Alcatraz - season premiere (episodes 1 and 2)
Is Alcatraz the new Lost? Or the new FlashForward?
Air date - UK: 13/20 March 2012, 9pm Watch
"The new TV show from JJ Abrams!" we were promised with Alcatraz. "From the makers of Lost!" Fox shouted.
Truth is, JJ Abrams has as much to do with Alcatraz as Steven Spielberg had with, say, Back to the Future or Gremlins. But Abrams' geek-friendly name helps fill column inches more than if this one had been marketed as "from the creators of Kyle XY," which is more the case.
It's a neat idea, that in 1963 the prisoners of Alcatraz went missing and are only now reappearing. What's lousy about it is the formulaic approach laid on top of a concept that demands a less rigid storytelling style.
Though the central mystery remains intriguing, and its slow reveal appears nicely paced so far, the series has, even after two episodes, settled into a dull story-of-the-week rut, fettered by anaemic characterisation and all-too-pat plotting. Given what's actually happened/happening, new girl Rebecca Madsen (a hyper-bland Sarah Jones) hardly finds it difficult to join this bafflingly tiny team, that has been put in place for what they term "the '63."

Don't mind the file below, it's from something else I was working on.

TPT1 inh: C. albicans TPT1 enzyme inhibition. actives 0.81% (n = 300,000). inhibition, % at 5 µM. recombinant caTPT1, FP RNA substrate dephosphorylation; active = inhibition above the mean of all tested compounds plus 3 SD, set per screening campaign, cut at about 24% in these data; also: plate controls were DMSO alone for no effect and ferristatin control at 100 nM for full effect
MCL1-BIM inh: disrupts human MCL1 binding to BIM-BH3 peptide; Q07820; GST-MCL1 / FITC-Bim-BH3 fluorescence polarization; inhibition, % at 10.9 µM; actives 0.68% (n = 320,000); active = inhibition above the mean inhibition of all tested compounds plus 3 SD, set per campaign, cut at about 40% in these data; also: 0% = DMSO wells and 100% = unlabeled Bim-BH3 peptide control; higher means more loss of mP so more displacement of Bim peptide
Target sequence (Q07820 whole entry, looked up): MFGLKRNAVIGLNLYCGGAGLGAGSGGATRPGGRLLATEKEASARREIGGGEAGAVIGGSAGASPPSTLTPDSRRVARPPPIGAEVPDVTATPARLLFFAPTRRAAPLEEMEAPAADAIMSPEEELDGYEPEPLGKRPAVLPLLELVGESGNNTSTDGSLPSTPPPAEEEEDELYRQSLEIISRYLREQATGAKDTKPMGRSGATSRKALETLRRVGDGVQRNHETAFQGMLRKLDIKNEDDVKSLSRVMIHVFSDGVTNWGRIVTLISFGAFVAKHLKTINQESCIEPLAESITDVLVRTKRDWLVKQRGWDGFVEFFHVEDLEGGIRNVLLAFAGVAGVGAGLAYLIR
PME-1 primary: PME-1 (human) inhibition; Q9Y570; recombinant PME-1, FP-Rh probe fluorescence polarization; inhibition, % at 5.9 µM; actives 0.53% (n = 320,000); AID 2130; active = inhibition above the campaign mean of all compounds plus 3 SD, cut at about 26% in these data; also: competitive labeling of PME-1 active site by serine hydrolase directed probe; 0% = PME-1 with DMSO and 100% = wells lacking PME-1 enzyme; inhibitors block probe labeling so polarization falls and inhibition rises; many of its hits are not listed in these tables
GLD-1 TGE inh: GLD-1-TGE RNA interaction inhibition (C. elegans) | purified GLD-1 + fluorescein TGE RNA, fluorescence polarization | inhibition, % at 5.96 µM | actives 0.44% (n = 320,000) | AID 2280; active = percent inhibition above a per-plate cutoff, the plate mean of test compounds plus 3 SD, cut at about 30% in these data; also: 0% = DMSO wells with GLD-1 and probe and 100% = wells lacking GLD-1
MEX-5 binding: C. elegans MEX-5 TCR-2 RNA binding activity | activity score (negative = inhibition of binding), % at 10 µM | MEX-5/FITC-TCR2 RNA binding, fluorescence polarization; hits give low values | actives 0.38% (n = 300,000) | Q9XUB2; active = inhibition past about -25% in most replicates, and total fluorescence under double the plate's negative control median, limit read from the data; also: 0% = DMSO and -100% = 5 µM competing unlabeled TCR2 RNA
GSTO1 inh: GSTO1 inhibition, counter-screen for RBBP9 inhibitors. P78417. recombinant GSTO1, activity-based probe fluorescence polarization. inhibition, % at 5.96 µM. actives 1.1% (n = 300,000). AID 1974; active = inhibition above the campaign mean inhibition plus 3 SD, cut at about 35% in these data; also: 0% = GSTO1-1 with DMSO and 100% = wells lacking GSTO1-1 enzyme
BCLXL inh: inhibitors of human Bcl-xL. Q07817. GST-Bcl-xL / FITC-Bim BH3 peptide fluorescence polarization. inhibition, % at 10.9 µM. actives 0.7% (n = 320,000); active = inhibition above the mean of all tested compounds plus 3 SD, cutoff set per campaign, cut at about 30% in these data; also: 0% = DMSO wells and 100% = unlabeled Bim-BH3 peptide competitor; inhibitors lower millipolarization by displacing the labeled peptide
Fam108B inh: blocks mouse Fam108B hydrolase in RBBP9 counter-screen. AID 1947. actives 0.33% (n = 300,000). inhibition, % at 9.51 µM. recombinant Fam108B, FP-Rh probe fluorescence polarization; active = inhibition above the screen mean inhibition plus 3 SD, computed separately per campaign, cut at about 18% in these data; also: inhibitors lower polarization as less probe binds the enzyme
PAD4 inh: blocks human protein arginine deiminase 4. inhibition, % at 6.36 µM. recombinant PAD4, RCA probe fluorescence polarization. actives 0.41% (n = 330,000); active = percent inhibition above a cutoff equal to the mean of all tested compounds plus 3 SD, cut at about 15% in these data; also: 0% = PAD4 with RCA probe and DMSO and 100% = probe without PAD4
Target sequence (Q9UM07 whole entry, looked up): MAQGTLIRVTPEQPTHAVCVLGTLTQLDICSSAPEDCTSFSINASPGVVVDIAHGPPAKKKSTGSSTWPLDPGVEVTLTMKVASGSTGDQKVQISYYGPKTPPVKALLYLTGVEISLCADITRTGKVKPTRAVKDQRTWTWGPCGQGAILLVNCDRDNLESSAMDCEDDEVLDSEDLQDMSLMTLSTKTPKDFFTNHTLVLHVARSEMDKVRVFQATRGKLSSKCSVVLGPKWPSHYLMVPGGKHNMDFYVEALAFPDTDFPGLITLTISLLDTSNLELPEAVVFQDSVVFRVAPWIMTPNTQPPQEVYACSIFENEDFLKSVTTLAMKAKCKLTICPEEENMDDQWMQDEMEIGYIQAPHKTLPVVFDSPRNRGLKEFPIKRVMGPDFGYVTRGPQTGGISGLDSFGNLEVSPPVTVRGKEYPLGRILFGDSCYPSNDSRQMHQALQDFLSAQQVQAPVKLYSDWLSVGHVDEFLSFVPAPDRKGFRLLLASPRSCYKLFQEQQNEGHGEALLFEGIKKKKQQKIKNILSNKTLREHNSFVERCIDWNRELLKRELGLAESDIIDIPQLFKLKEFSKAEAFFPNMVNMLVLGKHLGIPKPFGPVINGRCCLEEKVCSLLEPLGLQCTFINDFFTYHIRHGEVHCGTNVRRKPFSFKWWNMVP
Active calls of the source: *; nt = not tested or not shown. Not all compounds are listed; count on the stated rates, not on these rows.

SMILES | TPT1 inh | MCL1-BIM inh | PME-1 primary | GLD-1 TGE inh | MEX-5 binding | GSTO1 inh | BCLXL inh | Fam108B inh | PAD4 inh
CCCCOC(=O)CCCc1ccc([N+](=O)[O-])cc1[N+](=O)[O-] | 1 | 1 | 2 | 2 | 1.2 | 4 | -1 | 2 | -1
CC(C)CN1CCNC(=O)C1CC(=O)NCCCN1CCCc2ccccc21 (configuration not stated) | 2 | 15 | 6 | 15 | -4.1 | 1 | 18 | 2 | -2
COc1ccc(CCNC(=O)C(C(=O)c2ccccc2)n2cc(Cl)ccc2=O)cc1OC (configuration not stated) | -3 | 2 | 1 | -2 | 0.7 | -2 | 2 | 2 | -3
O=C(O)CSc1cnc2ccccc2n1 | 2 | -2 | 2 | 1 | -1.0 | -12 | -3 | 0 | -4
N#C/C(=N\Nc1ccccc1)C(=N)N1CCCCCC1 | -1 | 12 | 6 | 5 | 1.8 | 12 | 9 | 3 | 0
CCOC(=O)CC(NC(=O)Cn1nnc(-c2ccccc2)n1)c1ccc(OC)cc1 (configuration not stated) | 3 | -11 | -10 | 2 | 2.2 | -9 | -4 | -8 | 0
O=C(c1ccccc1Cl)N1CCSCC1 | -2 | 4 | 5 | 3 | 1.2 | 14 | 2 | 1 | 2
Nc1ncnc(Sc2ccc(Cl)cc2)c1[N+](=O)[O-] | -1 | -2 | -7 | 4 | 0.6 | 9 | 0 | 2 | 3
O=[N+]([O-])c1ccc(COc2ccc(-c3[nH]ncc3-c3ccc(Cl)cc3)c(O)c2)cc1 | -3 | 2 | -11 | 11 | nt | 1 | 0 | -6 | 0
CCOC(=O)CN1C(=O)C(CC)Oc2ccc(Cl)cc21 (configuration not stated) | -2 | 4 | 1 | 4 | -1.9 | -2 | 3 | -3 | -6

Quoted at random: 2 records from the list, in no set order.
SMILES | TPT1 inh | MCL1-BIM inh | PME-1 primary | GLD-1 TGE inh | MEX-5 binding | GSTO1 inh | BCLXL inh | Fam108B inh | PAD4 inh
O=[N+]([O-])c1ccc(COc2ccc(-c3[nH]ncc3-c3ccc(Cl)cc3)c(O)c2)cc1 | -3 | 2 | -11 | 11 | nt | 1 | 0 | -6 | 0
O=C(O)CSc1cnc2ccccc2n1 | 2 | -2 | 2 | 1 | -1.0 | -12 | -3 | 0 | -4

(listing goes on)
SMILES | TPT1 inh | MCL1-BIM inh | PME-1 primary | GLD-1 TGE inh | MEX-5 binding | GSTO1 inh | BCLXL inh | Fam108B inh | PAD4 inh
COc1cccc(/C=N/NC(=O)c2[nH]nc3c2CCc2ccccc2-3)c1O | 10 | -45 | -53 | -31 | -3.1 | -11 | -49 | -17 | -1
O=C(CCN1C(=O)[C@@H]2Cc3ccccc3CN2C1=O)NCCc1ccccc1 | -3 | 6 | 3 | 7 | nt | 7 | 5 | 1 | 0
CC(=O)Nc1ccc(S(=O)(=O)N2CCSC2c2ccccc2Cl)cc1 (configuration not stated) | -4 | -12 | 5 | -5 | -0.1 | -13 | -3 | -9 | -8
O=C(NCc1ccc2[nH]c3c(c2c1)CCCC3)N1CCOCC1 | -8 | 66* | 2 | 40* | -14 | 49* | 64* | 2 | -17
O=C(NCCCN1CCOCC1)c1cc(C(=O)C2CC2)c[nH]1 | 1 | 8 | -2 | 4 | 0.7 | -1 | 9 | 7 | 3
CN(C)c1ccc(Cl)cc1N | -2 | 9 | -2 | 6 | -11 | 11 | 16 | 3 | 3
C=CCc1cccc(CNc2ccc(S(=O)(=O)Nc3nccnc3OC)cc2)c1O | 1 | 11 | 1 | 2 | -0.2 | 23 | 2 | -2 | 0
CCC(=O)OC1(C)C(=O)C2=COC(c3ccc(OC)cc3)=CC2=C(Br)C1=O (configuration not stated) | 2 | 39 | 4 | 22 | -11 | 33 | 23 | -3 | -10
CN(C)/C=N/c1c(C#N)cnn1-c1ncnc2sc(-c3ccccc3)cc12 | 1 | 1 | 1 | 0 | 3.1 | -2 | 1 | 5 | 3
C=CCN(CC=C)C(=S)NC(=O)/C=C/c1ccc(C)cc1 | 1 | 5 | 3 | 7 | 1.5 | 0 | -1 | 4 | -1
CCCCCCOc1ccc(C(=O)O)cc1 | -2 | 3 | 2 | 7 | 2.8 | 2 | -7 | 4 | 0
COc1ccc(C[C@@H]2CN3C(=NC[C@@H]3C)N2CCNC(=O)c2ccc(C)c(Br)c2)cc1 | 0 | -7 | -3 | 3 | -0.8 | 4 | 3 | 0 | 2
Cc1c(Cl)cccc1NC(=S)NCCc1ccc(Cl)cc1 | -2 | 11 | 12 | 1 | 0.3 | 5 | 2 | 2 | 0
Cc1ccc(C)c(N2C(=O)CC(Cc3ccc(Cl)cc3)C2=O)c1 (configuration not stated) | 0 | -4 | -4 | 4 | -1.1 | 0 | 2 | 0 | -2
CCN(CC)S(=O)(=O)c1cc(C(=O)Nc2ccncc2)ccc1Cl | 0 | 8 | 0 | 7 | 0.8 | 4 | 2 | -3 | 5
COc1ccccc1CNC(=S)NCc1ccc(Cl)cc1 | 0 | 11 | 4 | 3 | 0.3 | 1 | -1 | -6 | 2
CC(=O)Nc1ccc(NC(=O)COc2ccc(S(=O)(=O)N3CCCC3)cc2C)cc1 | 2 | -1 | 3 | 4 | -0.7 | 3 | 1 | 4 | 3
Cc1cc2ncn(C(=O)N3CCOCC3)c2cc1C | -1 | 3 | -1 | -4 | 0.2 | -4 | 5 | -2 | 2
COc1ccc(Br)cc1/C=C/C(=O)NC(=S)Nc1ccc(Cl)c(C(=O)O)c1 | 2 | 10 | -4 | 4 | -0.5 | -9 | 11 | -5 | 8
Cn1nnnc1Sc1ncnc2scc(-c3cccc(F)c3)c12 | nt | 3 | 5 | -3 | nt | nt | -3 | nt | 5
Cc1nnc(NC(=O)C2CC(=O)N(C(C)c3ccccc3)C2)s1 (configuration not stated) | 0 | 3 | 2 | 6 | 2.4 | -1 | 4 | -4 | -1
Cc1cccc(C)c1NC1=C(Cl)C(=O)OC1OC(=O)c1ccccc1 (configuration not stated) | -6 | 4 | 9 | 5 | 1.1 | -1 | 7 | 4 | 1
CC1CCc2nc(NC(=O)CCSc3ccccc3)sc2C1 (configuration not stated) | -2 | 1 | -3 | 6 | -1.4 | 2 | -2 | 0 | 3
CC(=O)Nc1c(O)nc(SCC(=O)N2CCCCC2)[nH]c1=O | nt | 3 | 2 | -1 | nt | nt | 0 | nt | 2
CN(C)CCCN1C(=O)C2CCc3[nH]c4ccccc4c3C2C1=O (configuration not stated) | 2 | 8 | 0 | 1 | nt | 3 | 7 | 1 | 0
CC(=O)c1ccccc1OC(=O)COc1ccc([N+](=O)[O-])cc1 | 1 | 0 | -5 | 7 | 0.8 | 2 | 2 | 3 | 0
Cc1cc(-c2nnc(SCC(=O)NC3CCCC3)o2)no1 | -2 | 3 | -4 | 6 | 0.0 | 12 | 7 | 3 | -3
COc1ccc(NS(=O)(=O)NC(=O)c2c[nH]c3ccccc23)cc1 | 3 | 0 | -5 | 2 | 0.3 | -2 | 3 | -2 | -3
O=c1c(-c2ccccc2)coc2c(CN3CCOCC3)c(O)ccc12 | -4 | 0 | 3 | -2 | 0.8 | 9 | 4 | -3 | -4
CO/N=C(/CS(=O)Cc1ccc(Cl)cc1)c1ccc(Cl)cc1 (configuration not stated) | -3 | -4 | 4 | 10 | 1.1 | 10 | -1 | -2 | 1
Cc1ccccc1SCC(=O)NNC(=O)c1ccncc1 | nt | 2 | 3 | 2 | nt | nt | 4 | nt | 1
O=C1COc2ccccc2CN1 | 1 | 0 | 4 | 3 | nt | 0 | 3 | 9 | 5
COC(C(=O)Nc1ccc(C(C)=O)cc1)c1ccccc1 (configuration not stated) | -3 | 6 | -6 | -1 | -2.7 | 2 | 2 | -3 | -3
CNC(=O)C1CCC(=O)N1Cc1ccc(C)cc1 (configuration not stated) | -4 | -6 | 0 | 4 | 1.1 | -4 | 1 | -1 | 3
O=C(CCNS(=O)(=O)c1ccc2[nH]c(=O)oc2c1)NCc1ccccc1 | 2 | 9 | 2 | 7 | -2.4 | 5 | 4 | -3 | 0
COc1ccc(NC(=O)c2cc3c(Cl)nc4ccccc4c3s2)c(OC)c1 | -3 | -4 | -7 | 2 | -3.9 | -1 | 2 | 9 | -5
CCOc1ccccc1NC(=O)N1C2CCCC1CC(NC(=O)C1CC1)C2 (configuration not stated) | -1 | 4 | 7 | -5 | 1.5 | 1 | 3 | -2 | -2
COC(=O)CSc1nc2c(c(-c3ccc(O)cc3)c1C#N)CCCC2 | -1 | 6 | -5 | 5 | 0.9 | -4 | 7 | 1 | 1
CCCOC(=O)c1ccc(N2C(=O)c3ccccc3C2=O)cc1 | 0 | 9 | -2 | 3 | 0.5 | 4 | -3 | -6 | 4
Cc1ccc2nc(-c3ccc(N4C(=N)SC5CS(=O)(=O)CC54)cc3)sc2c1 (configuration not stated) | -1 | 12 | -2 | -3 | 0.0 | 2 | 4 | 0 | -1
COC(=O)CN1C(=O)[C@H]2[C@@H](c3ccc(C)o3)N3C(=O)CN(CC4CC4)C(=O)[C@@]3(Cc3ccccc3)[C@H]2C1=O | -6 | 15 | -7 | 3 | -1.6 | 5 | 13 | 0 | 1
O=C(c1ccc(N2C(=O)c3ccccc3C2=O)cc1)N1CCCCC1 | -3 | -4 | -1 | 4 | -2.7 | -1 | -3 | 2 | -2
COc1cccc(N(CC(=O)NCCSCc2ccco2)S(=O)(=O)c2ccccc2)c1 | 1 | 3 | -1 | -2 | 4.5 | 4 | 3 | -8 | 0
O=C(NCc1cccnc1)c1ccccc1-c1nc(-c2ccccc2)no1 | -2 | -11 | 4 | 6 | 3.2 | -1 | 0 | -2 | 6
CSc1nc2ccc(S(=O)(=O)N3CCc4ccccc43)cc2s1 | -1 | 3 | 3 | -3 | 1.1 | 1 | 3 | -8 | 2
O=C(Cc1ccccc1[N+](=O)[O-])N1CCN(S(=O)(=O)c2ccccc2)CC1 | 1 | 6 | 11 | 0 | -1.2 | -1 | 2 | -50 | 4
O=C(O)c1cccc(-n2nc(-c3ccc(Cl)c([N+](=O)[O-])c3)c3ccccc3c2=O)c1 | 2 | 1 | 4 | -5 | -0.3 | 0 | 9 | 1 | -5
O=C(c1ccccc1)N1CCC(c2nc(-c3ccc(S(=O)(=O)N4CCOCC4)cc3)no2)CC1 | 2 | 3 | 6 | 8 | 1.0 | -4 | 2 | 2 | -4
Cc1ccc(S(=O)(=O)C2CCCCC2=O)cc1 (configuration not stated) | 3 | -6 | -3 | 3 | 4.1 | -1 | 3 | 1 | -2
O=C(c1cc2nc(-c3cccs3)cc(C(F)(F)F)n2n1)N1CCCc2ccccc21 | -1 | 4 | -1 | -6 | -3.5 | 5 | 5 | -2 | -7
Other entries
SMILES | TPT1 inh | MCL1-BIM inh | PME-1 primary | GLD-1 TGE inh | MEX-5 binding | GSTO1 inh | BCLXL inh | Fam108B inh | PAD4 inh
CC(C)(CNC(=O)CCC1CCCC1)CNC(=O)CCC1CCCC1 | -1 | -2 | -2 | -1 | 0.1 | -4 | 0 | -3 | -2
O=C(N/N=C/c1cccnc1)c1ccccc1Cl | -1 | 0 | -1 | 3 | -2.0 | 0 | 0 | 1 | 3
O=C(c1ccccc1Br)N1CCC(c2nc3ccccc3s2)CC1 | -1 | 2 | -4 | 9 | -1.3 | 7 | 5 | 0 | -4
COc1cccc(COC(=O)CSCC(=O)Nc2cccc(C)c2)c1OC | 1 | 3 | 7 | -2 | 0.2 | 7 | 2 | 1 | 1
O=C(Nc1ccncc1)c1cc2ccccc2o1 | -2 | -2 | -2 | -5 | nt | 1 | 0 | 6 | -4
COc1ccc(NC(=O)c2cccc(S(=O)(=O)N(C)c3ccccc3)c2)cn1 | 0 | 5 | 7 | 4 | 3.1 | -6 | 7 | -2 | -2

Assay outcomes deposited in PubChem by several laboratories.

And even when Emerson Hauser (Sam Neill) and Lucy Banerjee (Parminder Nagra) take in this fairly unremarkable homicide detective, they then blithely acquiesce to her choosing a squeamish comic book artist as her partner. It strains credibility more than anything in the time travel plotting.
Even when Madsen, who's believed all her life that her grandpa worked at Alcatraz in the 60s, discovers that he wasn't a warder after all, but an inmate, and then recognises him as the person who killed her former partner months before, it hardly causes a face flicker.
Just because we, as an audience, can buy this high-concept guff doesn't mean we'll accept characters just shrugging it off like they've just found out the supermarket's shut.
Of the cast, only Jorge Garcia seems to have been sketched with humour and a back story, though his comic geek credentials look as though the writers are courting the nerd vote a little too eagerly.
But - please - do something with Sarah Jones' character. She's like a fifth level ensemble player, unjustly promoted to lead.
Still, there's enough reason to keep on watching. The Big Story is compelling enough to forgive some of the other blemishes. But they could do with lightening up and finding some time to write some characters that don't so obviously live to tell somebody else's story.
Click here for the trailer:
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